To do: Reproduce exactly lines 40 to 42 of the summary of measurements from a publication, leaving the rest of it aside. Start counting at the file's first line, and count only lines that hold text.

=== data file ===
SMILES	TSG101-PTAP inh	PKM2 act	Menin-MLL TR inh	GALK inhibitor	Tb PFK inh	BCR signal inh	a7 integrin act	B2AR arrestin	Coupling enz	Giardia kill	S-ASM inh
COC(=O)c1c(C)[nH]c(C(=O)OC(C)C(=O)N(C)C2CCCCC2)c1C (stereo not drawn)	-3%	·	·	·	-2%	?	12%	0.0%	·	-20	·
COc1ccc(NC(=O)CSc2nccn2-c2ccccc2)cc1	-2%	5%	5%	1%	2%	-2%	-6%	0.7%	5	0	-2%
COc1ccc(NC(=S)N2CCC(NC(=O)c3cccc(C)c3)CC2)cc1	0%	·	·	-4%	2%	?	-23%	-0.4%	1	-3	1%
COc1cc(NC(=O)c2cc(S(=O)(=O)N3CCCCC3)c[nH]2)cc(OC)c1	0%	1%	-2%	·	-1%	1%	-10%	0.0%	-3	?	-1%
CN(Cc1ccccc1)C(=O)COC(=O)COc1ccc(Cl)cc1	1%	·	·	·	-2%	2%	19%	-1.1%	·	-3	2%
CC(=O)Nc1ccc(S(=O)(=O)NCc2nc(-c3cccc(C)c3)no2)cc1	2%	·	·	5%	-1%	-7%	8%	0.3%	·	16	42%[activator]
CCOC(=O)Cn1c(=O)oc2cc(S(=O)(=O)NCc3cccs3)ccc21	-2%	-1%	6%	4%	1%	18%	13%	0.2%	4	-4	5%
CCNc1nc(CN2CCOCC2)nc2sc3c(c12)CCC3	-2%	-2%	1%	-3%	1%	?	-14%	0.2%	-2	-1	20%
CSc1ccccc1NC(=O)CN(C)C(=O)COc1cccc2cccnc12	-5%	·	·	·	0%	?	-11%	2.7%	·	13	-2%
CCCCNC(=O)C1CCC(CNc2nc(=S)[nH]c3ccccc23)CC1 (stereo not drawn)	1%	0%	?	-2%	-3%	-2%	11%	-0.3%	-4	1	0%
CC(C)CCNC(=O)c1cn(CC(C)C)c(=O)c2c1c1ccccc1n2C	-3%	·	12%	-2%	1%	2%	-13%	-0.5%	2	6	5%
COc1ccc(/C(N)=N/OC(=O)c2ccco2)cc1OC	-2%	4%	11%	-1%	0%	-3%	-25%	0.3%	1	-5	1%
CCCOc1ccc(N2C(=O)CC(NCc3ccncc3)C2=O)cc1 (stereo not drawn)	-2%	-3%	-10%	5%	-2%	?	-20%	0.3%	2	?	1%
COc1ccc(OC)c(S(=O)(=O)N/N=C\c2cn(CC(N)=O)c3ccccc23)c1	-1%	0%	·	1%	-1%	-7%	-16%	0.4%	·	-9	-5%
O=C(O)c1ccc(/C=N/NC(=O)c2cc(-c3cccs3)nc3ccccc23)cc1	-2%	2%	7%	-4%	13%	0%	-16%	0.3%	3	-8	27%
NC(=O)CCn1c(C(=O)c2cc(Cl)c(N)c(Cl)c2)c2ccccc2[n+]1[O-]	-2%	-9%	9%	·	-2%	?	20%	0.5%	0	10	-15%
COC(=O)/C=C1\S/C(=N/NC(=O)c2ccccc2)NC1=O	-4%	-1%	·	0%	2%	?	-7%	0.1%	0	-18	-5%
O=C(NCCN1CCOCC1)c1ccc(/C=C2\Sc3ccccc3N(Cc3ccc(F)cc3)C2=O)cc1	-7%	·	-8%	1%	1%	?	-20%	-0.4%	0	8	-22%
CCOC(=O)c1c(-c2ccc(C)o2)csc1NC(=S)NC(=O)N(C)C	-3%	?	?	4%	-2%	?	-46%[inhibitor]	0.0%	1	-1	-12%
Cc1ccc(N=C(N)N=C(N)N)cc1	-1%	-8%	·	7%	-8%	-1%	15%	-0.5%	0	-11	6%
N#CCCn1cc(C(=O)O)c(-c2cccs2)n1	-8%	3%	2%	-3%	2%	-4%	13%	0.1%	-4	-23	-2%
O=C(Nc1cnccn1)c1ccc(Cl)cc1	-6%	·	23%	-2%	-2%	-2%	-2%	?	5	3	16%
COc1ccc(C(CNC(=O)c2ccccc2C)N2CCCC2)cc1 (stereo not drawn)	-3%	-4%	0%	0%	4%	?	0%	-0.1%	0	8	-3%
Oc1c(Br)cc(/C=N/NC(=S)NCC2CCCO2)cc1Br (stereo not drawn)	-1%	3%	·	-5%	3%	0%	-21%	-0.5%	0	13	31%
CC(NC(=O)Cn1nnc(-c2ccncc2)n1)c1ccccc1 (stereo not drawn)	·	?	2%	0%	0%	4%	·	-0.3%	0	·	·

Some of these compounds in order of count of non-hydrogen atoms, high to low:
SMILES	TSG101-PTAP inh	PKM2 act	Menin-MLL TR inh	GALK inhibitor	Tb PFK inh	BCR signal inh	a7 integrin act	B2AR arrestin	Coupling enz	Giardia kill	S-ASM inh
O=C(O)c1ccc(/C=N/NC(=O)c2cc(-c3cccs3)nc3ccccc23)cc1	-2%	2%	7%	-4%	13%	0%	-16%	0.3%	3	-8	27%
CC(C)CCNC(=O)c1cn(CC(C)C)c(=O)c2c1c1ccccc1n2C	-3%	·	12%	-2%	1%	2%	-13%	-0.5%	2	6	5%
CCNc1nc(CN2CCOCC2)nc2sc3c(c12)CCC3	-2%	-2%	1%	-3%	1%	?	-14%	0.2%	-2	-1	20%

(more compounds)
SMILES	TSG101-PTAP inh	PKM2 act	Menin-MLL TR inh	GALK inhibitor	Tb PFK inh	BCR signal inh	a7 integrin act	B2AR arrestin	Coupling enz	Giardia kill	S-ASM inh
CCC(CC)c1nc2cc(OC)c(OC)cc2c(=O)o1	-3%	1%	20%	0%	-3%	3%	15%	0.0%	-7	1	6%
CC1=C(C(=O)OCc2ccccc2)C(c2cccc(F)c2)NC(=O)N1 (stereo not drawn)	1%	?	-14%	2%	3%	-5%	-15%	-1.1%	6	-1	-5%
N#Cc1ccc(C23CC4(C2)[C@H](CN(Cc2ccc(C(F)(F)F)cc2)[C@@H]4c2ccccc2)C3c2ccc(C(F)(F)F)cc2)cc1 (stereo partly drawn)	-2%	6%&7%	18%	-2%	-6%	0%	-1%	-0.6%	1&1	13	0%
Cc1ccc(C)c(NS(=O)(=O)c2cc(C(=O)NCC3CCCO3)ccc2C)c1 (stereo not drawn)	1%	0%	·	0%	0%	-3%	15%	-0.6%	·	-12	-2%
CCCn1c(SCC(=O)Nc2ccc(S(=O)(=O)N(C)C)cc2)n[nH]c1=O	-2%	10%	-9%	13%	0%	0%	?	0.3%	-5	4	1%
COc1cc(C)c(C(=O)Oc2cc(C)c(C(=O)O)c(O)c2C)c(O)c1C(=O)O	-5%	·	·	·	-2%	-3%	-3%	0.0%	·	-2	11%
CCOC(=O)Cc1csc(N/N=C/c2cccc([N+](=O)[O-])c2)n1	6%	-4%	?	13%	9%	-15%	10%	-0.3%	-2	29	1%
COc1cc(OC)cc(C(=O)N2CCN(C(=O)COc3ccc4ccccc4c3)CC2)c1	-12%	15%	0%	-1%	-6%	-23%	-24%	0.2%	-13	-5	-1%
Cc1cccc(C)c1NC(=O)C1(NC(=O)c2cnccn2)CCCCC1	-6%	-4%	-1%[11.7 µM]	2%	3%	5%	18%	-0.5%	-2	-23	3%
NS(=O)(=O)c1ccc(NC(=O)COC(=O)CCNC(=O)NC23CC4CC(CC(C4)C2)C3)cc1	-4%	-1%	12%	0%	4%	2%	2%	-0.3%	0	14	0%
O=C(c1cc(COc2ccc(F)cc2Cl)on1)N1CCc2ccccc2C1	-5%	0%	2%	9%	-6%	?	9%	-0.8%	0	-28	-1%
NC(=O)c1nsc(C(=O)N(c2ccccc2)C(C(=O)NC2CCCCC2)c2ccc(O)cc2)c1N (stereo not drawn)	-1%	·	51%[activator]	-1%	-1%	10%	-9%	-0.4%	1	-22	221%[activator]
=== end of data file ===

CCOC(=O)Cc1csc(N/N=C/c2cccc([N+](=O)[O-])c2)n1	6%	-4%	?	13%	9%	-15%	10%	-0.3%	-2	29	1%
COc1cc(OC)cc(C(=O)N2CCN(C(=O)COc3ccc4ccccc4c3)CC2)c1	-12%	15%	0%	-1%	-6%	-23%	-24%	0.2%	-13	-5	-1%
Cc1cccc(C)c1NC(=O)C1(NC(=O)c2cnccn2)CCCCC1	-6%	-4%	-1%[11.7 µM]	2%	3%	5%	18%	-0.5%	-2	-23	3%